SCHUBERTIAN MAGIC: CORDIA STRING QUARTET SUPERB PERFORMANCE of his STRING QUARTET IN G Major, D.887/Op.161.
An incredible momentum is driving highly accomplished performers in a crescendo of superb achievement in this last phase of the festival. The last four days have borne witness to this with the latest example being the performance of Schubert’s magnificent, final string quartet in the lovely baroque church of St. Francis of Assisi to a considerably sizable and very appreciative audience.
This quartet was composed in 1826, two years before Schubert’s untimely death. Composed in the sunny key of G Major, this quartet is a lovely creation, boundless rich in melodic invention and bearing loud and clear traits of its uniqueness. It is of nigh symphonic proportions, very ambiguous at times and still always like one, long song and not devoid of drama or excitement.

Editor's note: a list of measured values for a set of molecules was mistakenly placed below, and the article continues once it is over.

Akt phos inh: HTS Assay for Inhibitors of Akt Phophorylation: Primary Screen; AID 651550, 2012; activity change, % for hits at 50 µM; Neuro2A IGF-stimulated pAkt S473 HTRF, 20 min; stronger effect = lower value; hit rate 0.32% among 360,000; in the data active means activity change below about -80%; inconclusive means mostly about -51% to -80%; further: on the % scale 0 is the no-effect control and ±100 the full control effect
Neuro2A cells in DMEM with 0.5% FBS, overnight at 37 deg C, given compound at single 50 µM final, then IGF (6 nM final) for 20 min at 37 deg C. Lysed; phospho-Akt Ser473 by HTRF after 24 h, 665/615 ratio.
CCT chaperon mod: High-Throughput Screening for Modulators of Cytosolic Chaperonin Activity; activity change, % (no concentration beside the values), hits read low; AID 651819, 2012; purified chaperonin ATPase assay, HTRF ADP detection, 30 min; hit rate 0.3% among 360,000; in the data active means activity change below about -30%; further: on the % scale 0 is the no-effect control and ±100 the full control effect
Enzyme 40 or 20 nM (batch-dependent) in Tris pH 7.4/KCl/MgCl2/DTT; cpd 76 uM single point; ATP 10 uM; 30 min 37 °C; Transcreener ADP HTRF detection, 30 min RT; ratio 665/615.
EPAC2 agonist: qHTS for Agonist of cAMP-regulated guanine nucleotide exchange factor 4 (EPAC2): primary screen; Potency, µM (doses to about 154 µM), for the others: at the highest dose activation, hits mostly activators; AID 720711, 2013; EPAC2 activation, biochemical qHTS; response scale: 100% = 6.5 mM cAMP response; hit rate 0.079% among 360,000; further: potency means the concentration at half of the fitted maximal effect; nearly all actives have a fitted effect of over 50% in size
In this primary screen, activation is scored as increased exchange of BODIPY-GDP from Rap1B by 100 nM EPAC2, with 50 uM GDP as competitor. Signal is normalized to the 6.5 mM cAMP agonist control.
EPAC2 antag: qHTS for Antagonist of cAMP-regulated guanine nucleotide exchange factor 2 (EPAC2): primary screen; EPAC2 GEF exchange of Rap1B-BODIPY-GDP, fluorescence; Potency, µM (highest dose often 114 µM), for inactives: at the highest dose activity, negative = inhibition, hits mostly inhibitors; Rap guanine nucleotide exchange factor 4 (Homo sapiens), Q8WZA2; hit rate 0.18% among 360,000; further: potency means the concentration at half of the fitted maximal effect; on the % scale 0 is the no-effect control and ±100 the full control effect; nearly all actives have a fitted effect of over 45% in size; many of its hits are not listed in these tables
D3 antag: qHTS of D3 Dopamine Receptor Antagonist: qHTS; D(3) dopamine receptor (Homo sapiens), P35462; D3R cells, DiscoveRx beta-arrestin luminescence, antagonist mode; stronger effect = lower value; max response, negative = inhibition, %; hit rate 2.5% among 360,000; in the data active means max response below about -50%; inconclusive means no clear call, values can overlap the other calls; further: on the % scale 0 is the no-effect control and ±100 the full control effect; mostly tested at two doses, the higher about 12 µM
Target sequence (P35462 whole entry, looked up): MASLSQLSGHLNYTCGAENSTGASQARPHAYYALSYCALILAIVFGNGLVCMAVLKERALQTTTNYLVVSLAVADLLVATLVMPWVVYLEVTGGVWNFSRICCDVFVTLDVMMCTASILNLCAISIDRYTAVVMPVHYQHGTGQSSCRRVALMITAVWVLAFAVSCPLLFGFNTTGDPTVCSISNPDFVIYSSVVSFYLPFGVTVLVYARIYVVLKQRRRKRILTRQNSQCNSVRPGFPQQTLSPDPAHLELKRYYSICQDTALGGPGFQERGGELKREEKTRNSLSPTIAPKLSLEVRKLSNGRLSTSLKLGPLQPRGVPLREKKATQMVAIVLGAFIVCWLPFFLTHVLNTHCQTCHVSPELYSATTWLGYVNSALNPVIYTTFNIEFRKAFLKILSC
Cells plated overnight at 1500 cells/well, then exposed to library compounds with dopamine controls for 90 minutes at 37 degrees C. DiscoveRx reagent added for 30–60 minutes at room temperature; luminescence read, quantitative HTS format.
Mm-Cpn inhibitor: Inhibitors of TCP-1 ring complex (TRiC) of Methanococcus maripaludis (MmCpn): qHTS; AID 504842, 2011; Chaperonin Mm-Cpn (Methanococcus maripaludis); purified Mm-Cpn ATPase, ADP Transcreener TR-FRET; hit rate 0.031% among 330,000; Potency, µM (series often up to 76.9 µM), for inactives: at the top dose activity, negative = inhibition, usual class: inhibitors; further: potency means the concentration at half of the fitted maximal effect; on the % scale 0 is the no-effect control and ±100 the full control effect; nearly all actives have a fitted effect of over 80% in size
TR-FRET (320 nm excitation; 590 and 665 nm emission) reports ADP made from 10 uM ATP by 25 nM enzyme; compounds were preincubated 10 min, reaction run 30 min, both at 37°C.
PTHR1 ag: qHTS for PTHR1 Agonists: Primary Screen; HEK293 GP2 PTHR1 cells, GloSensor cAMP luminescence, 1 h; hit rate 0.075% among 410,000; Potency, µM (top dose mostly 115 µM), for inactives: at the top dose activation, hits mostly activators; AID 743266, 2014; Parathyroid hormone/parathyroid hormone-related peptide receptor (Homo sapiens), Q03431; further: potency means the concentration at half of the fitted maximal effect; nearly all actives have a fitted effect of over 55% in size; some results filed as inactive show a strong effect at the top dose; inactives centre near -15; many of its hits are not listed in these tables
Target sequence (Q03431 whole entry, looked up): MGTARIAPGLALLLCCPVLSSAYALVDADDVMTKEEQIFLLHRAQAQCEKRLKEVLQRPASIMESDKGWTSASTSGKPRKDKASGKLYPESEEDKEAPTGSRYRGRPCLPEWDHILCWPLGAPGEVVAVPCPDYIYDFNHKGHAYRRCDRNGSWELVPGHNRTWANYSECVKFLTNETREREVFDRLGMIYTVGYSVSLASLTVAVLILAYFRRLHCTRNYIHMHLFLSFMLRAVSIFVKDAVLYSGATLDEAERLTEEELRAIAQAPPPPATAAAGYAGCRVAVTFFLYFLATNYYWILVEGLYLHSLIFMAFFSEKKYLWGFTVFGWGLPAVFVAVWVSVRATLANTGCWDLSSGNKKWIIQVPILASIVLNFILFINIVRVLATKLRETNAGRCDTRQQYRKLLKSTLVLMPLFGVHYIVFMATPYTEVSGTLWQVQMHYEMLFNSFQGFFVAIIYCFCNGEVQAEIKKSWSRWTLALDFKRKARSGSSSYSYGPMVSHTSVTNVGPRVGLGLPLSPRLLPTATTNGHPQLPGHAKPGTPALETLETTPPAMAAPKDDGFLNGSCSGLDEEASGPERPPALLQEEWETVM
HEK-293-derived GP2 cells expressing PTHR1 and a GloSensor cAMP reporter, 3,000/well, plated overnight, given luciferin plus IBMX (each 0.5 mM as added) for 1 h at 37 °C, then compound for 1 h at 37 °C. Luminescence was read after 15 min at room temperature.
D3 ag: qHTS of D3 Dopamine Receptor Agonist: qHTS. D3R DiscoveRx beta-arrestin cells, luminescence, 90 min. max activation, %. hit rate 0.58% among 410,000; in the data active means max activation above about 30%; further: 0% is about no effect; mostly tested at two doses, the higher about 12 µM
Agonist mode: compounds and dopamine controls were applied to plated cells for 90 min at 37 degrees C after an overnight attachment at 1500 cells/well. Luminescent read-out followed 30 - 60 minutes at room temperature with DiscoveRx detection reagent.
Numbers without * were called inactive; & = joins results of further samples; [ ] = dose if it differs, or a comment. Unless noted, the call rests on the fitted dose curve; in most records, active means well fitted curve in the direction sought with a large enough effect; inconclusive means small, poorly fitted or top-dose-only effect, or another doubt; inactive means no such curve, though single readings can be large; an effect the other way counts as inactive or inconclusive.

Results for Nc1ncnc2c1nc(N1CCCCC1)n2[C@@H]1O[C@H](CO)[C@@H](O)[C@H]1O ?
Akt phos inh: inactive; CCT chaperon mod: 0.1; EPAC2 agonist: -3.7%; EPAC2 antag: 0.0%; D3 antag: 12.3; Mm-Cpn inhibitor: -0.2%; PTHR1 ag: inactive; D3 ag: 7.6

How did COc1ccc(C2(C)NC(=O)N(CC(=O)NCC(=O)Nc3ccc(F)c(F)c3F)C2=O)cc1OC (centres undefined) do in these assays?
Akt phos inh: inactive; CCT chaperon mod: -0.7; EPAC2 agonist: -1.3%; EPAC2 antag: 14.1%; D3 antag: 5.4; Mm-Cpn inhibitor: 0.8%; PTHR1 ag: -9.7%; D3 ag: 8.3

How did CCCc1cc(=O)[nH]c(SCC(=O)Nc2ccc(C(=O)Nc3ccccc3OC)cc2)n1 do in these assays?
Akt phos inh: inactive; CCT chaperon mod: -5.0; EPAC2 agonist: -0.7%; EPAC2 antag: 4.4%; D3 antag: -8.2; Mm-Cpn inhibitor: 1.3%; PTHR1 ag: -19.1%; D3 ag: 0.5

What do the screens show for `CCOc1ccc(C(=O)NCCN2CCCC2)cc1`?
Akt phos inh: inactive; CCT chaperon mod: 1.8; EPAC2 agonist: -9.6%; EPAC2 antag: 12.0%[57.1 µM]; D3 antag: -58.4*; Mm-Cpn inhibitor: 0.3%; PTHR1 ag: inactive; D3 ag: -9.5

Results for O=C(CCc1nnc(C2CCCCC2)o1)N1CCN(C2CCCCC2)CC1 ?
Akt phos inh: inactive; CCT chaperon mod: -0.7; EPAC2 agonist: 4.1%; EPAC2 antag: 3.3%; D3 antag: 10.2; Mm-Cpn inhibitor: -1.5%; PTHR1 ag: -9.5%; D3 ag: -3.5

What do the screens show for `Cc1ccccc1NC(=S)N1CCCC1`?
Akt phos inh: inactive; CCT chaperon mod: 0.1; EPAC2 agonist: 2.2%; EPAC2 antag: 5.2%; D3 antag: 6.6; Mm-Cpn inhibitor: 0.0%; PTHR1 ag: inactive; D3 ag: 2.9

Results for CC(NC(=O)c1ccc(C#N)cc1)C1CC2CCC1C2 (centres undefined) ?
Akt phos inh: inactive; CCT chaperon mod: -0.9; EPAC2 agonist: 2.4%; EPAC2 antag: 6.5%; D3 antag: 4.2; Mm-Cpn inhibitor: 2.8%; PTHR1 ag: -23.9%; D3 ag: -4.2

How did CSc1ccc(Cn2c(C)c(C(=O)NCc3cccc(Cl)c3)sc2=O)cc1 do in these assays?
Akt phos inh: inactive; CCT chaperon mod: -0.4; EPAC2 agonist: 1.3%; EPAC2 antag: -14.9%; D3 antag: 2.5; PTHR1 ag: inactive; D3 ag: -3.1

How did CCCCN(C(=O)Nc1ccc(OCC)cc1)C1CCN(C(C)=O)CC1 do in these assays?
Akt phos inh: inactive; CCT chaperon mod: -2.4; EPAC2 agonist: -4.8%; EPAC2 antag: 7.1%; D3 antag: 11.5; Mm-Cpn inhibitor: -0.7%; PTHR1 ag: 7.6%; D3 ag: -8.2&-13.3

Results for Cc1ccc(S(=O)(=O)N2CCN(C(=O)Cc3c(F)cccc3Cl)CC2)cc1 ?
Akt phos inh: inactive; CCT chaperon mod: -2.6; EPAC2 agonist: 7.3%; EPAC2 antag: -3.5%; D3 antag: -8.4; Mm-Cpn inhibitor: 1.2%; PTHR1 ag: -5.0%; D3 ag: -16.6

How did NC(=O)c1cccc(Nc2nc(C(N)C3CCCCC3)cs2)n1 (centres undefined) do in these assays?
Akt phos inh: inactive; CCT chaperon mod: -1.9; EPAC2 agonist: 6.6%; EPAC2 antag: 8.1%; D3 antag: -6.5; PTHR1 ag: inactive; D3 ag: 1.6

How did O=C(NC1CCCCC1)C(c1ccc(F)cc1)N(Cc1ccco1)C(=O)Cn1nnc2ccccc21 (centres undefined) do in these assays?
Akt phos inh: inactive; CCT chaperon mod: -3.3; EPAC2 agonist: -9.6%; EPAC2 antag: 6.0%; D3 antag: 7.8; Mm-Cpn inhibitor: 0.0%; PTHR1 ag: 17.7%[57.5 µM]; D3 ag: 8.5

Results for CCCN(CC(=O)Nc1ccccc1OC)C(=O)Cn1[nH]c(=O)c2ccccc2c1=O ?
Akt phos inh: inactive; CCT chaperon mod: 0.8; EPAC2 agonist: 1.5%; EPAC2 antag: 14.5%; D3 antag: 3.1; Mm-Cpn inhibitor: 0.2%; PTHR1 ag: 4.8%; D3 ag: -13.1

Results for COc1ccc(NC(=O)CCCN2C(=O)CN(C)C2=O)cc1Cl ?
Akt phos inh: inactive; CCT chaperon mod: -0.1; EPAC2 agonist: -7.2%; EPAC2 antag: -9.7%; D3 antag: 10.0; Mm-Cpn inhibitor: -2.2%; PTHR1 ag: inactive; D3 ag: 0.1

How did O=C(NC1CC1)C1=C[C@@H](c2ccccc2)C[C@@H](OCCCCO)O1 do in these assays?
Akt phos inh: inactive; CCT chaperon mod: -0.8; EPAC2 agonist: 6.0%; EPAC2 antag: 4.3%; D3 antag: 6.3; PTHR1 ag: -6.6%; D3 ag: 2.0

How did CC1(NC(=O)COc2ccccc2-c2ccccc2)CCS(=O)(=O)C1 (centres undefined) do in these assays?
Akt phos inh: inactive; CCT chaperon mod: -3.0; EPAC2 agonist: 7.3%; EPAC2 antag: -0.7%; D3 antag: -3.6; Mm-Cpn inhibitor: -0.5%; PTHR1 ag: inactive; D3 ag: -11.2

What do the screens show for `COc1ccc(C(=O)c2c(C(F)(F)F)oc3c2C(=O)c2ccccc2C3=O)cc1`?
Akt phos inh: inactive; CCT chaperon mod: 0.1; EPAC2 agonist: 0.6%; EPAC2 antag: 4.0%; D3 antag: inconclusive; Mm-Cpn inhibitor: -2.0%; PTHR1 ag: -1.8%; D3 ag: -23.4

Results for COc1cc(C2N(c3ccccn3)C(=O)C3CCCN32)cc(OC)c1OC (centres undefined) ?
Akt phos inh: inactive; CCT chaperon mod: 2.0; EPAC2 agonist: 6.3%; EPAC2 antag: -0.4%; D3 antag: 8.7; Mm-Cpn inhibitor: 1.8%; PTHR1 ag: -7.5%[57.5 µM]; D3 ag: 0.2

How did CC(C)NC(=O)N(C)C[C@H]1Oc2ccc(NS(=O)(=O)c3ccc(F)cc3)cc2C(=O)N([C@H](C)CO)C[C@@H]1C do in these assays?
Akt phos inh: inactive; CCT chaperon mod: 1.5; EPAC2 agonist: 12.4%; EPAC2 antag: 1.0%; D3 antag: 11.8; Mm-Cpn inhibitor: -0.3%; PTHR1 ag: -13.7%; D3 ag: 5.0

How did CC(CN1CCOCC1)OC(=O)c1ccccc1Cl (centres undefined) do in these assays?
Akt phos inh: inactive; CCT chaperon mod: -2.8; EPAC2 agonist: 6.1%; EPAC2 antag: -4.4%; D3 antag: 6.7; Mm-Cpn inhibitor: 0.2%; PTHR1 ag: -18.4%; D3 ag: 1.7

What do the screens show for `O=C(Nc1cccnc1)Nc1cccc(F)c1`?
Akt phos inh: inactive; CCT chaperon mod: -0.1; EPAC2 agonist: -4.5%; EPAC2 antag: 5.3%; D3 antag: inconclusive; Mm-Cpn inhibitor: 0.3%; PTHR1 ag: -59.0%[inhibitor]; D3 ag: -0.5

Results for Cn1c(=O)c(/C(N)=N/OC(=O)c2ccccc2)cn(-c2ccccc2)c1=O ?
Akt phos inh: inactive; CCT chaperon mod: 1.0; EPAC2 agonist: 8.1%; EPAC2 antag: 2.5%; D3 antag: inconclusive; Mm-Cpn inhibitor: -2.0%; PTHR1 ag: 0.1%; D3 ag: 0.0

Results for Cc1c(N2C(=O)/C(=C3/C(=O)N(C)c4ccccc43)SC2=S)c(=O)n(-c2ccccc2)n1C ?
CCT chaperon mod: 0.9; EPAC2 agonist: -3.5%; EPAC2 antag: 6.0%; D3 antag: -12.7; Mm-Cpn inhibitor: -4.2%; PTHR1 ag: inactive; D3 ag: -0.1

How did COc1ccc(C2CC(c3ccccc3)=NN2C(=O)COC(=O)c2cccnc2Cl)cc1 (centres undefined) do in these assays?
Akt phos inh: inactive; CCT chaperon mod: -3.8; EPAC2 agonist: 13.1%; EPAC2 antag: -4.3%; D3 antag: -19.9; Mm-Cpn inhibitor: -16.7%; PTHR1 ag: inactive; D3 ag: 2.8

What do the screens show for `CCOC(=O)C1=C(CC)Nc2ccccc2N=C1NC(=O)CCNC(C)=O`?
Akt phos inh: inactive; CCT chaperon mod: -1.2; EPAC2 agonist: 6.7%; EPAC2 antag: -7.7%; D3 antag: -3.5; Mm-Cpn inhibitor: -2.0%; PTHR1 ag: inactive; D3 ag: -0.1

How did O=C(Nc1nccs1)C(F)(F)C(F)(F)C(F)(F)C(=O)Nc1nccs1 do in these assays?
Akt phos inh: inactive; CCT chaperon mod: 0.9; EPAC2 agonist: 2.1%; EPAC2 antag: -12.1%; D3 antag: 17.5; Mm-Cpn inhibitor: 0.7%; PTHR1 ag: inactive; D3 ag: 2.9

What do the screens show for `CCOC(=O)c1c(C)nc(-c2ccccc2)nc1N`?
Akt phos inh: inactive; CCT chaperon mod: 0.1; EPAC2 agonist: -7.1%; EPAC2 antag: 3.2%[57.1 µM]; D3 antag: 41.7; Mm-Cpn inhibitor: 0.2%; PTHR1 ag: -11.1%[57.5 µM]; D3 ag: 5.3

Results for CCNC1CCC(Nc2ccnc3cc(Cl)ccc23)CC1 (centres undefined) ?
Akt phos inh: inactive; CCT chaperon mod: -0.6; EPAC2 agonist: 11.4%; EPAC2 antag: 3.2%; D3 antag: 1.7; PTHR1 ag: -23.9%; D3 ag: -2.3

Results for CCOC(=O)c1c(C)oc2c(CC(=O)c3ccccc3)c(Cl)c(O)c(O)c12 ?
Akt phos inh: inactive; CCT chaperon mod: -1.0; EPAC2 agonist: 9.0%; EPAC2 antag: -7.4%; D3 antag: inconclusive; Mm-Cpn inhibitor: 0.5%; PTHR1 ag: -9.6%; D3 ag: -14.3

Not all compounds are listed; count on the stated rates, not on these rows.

Cordia Quartet is a home-grown quartet based in Gozo with the two violinists being Hungarian residents here and the other two musicians born and bred here. They really were up to the job providing wave after wave of beautiful, very polished, stylishly projected and often touching music. Yes, I do declare that the music carried me away as if in a long reverie, from which I did not want to wake up. Adding to the sheer joy of this music were several interventions with the cello taking the lead. Balance and texture were paramount and the particular litheness of the third movement (Scherzo, etc.) seems to foreshadow Mendelssohn’s own filigree writing for his scherzi. The drama and pathos in other parts are an overall Romantic portent.
One could say this is Schubert’s testament as far as string quartets go. It is tempting to wonder what more he would have achieved in this genre had he lived longer. Leaving fifteen quartets by the time he died at 31, who knows how many more he could have composed had he lived another thirty years. Begone, futile day-dreaming! With feet solidly on the ground, I really think this performance was yet another great milestone in the already rich history of the VIAF.
Albert George Storace